A film crew goes to a tropical island for an exotic location shoot and discovers a colossal ape who takes a shine to their female blonde star. He is then captured and brought back to New York City for public exhibition.
Johnny Lovo rises to the head of the bootlegging crime syndicate on the south side of Chicago following the murder of former head, Big Louis Costillo. Johnny contracted Big Louis' bodyguard, Tony Camonte, to make the hit on his boss. Tony becomes Johnny's second in command, and is not averse to killing anyone who gets in his and Johnny's way. As Tony is thinking bigger than Johnny and is not afraid of anyone or anything, Tony increasingly makes decisions on his own instead of following Johnny's orders, especially in not treading on the north side run by an Irish gang led by a man named O'Hara, of whom Johnny is afraid. Tony's murder spree increases, he taking out anyone who stands in his and Johnny's way of absolute control on the south side, and in Tony's view absolute control of the entire city. Tony's actions place an unspoken strain between Tony and Johnny to the point of the two knowing that they can't exist in their idealized world with the other. Tony's ultimate downfall may be...Written by
First major film credit for 'George Raft' , who didn't have to go far for inspiration on how to play a gangster in this film. He grew up in a New York City slum alongside gangsters 'Bugsy Siegel' , 'Meyer Lansky (I)' , 'Joe Adonis' and 'Lucky Luciano (I)'. In an ironic twist, after the release of "Scarface", many of Raft's gangster pals would come to him for advice on how to dress, walk, talk, etc. See more »
The scene Tony pushes and punches the man who refuses to obey Johnny Lovo in First Ward Social Club, it's clearly seen that Tony actually punches the man's palm. See more »
"This picture is an indictment of gang rule in America and of the callous indifference of the government to this constantly increasing menace to our safety and our liberty. Every incident in this picture is the reproduction of an actual occurence, and the purpose of this picture is to demand of the government: "What are you going to do about it?". The government is your government. What are YOU going to do about it? See more »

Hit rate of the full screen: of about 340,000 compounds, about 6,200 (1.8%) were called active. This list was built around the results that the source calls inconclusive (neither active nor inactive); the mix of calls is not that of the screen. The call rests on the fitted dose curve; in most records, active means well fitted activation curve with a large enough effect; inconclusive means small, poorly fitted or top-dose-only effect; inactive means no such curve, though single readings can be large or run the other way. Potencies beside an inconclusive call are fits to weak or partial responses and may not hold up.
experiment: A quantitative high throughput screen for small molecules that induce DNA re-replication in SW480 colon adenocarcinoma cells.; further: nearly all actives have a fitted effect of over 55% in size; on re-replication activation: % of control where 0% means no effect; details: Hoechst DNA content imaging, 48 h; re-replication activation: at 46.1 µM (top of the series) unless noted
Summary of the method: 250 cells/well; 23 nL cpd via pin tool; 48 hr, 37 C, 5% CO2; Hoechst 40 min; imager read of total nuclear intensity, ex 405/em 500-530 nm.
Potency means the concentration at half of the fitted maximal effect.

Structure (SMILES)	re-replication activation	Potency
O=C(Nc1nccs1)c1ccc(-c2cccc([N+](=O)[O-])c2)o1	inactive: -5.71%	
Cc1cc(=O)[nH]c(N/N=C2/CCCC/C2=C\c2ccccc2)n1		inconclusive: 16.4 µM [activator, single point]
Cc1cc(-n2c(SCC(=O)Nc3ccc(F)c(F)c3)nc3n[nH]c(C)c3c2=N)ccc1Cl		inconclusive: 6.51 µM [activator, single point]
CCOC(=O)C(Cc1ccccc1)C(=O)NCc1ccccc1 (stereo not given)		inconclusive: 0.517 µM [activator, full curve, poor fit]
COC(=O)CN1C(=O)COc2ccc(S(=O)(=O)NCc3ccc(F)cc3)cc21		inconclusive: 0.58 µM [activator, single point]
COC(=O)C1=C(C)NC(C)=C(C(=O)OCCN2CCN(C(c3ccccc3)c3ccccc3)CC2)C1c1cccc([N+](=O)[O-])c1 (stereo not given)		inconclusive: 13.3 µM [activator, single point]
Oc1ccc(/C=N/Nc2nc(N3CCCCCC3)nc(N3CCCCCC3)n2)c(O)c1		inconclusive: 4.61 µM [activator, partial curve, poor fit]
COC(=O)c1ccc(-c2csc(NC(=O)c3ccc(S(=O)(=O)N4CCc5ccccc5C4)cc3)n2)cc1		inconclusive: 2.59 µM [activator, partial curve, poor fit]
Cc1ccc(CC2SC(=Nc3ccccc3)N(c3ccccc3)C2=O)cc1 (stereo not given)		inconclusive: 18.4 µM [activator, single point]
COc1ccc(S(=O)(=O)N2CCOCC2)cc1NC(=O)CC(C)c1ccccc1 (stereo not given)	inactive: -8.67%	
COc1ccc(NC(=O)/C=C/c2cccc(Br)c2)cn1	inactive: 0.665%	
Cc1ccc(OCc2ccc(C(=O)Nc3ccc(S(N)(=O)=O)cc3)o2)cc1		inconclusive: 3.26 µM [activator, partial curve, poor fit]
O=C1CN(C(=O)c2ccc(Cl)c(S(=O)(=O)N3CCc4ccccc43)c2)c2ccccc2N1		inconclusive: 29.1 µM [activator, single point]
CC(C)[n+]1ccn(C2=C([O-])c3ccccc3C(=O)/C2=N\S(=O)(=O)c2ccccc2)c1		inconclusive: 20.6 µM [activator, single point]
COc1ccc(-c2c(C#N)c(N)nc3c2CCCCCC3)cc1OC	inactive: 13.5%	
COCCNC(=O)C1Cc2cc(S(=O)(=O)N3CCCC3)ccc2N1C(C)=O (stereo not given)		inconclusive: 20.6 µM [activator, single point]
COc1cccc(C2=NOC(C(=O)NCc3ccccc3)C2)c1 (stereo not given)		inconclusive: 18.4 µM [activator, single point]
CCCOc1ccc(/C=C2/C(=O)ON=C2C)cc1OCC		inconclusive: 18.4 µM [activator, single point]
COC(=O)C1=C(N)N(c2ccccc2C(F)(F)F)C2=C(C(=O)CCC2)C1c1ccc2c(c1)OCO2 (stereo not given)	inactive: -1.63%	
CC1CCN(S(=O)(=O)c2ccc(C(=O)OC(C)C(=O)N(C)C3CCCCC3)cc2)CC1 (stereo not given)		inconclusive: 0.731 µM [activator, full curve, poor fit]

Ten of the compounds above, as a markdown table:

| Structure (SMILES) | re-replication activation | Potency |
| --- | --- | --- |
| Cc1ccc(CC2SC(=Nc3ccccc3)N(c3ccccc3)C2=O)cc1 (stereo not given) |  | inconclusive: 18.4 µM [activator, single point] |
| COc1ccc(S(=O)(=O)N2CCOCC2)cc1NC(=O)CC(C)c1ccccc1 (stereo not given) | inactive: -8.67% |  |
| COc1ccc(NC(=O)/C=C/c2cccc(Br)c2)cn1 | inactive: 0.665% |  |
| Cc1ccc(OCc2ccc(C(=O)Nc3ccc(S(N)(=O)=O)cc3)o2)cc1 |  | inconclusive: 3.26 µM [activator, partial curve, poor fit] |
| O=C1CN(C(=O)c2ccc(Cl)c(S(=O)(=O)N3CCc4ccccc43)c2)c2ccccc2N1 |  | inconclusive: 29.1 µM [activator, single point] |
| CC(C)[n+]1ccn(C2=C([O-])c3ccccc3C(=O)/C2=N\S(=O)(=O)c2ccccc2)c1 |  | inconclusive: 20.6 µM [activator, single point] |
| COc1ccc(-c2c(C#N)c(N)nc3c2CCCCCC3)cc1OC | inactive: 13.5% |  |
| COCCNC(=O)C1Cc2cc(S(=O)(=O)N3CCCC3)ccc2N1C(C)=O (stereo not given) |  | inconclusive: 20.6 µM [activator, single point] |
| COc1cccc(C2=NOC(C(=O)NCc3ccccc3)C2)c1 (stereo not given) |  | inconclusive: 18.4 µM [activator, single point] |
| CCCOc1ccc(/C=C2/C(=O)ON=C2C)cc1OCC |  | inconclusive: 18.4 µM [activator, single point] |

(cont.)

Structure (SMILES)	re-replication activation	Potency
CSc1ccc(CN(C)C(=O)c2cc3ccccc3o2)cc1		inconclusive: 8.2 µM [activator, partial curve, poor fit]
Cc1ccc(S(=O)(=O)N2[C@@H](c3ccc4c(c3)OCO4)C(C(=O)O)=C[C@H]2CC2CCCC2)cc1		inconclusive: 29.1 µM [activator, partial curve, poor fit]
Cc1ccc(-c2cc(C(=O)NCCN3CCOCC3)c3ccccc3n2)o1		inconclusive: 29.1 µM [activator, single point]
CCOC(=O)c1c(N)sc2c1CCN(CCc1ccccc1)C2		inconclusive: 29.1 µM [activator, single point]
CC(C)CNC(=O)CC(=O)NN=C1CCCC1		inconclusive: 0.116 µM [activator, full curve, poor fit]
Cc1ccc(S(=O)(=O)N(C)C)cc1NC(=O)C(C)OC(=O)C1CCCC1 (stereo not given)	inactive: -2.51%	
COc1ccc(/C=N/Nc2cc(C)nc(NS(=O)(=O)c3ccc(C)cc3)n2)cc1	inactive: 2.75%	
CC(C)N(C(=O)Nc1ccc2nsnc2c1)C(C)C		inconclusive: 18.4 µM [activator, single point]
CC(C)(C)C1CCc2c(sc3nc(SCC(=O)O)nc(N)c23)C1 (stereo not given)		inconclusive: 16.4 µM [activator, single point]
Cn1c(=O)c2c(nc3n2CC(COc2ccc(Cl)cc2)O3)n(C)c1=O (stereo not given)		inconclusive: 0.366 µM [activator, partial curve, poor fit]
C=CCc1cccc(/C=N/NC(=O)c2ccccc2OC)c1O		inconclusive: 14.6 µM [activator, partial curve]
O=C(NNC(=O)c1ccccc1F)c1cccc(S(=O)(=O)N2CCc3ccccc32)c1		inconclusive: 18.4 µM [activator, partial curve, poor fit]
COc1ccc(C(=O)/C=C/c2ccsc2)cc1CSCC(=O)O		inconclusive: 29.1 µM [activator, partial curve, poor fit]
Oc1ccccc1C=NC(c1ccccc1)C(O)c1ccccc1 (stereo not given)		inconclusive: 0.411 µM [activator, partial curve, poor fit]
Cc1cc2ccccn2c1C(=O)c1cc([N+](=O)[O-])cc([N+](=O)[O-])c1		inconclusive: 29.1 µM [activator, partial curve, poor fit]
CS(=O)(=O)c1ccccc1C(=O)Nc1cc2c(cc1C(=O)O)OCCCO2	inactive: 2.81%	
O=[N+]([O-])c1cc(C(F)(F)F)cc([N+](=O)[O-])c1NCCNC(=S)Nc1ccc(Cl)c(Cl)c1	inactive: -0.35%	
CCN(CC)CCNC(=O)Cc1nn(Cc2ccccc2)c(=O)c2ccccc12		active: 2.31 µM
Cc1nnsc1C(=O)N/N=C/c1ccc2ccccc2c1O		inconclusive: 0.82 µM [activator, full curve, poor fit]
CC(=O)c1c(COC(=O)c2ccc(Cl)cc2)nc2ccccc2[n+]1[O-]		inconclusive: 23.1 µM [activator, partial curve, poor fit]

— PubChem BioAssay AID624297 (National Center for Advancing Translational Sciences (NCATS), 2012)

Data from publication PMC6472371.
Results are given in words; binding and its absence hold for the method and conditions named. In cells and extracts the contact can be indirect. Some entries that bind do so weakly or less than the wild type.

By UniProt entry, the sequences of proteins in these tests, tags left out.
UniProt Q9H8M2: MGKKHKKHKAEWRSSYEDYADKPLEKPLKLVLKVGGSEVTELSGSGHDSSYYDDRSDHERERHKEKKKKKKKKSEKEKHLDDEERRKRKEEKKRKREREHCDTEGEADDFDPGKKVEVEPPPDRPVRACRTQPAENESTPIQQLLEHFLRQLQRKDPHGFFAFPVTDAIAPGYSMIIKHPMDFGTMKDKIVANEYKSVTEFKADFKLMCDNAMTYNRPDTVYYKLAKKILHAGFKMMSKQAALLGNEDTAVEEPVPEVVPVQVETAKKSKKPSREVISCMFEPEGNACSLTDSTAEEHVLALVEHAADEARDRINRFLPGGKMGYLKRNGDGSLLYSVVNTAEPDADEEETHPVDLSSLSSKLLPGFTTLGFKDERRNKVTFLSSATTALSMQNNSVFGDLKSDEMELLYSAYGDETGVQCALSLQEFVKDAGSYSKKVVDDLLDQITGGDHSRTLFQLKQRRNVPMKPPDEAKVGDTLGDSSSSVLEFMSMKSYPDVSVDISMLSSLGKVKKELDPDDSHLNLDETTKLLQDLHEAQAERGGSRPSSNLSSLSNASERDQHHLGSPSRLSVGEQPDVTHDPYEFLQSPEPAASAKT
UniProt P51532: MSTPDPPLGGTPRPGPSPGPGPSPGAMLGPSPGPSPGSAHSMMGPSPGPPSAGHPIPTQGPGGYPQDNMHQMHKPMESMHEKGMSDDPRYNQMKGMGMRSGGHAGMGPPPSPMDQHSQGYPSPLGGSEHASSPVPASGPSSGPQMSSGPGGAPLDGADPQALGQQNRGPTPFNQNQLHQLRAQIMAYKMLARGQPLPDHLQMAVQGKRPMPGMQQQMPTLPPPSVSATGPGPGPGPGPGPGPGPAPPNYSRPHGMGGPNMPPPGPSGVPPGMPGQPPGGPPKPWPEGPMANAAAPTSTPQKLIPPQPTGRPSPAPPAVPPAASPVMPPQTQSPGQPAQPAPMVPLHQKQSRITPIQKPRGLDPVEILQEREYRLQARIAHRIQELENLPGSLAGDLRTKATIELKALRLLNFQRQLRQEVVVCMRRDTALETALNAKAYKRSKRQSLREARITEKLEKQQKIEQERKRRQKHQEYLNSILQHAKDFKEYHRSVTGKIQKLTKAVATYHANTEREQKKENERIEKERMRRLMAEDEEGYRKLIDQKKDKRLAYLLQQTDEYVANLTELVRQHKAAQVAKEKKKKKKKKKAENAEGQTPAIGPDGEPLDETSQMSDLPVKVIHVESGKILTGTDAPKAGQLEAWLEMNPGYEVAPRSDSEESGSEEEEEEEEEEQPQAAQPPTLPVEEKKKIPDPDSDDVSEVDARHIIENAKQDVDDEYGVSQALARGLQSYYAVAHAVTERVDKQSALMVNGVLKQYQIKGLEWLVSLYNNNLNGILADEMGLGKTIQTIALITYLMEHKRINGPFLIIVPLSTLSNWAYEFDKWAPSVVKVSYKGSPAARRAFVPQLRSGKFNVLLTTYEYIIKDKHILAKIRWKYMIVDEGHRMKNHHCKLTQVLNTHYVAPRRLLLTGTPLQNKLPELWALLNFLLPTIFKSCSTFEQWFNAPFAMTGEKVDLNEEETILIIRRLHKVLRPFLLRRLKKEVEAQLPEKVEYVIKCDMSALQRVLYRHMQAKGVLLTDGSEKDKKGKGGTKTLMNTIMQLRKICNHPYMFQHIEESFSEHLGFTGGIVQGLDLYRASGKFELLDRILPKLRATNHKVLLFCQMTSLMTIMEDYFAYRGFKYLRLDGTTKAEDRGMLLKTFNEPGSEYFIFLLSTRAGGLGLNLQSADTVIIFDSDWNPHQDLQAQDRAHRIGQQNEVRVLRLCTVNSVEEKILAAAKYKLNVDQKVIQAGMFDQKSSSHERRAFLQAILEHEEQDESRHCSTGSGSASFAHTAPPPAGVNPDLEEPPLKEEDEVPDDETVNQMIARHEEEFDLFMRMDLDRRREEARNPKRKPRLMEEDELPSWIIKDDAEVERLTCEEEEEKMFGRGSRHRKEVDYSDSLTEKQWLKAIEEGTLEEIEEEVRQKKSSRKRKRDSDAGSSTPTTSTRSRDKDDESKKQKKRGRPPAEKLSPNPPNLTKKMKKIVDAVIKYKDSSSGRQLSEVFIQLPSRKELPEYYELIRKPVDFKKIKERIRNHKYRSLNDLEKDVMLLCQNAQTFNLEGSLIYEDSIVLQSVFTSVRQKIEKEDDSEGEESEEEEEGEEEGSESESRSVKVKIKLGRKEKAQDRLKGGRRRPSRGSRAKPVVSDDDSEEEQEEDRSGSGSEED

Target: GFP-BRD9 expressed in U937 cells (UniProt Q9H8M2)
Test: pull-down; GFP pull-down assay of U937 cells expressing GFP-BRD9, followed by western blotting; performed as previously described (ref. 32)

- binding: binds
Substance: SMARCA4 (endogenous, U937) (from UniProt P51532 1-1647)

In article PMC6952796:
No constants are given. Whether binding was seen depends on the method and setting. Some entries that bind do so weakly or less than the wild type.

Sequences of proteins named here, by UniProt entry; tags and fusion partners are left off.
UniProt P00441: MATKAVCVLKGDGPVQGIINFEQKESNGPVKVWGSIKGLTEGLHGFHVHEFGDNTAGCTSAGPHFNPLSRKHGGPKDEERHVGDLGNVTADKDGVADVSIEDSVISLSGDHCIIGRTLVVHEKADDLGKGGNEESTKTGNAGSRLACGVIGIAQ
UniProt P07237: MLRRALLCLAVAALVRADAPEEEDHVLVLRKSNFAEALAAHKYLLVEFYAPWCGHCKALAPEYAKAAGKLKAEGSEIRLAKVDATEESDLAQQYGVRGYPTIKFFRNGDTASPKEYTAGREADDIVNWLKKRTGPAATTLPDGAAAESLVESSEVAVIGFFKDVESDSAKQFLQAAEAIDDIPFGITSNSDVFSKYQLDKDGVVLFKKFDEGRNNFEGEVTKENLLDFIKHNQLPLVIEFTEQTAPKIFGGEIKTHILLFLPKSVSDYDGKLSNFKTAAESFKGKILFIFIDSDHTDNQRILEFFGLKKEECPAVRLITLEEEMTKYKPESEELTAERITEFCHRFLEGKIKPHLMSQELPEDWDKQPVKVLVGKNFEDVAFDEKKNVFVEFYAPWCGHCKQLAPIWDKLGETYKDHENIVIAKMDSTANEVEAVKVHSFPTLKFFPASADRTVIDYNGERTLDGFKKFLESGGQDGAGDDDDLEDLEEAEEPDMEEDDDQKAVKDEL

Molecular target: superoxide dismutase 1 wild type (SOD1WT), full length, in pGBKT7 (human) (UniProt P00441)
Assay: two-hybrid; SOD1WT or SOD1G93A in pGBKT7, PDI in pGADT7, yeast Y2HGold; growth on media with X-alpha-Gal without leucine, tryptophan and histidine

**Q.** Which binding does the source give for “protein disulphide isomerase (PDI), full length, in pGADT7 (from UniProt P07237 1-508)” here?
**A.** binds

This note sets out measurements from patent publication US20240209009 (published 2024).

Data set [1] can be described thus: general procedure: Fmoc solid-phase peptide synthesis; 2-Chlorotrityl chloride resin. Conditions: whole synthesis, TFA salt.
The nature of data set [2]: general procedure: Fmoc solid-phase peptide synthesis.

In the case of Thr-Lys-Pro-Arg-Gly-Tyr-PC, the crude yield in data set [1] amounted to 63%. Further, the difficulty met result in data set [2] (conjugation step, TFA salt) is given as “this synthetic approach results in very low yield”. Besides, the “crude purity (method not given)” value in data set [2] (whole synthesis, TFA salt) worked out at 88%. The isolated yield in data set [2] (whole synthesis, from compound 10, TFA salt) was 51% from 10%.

Due to censorship requirements in several states, a second ending was shot after the film was finished, in which Camonte doesn't try an escape, but is sentenced to death and finally executed on the gallows. This alternate ending was shown only during the original 1932 theatrical run in certain states. All prints, home video, and television versions in current circulation use director Howard Hawks' ending, in which Camonte tries to escape and is shot down. The DVD includes the alternate ending as a bonus feature. See more »
One of the first talking gangster films and a cinematic landmark
This film is based on real events that happened in the criminal career of Al Capone, although Capone's criminal career had already ended with his conviction on charges of tax evasion six months before this film was released in April 1932. You know you're watching a Howard Hughes production when, during the first scene, a bar employee is sweeping up after a party held by one of Chicago's big gangsters and finds a bra among the confetti. The film shares some aspects with its gangster film predecessors - Tony Camonte is motivated by a desire for power just as Edward G. Robinson's Rico was in "Little Caesar", and also like Rico takes over the gang from a boss he perceives as weak. However, Camonte doesn't seem to have the pent-up rage of Public Enemy's Tom Powers. When Tony performs acts of violence it is usually related to gangland business. The actual deaths are strictly business, but the execution of the killings themselves are something Tony takes pride in - a sort of work of art on his part.
Like Tom Powers, Tony Camonte is given a family background, but unlike Tom Powers, Camonte's family is a completely dysfunctional one. What is unique in this gangster picture is Tony's trio of love interests. He wants his boss' girl, Poppy, as a status symbol. He also seems to have a love affair going with the machine gun, acting like he has discovered America the first time he shoots one. Finally, Tony is in love with his own sister Cesca. Tony's only true fits of rage occur when he sees her with another man, and it is this loss of emotional control over this one issue that is ultimately his downfall. George Raft, an ex-gangster of sorts himself, is terrific as the smart and level-headed Guino Rinaldo, Tony's right-hand man. Finally there is Vince Barnett as Tony's extremely inadequate secretary in a bit of comic relief turned tragic at the end of the film.
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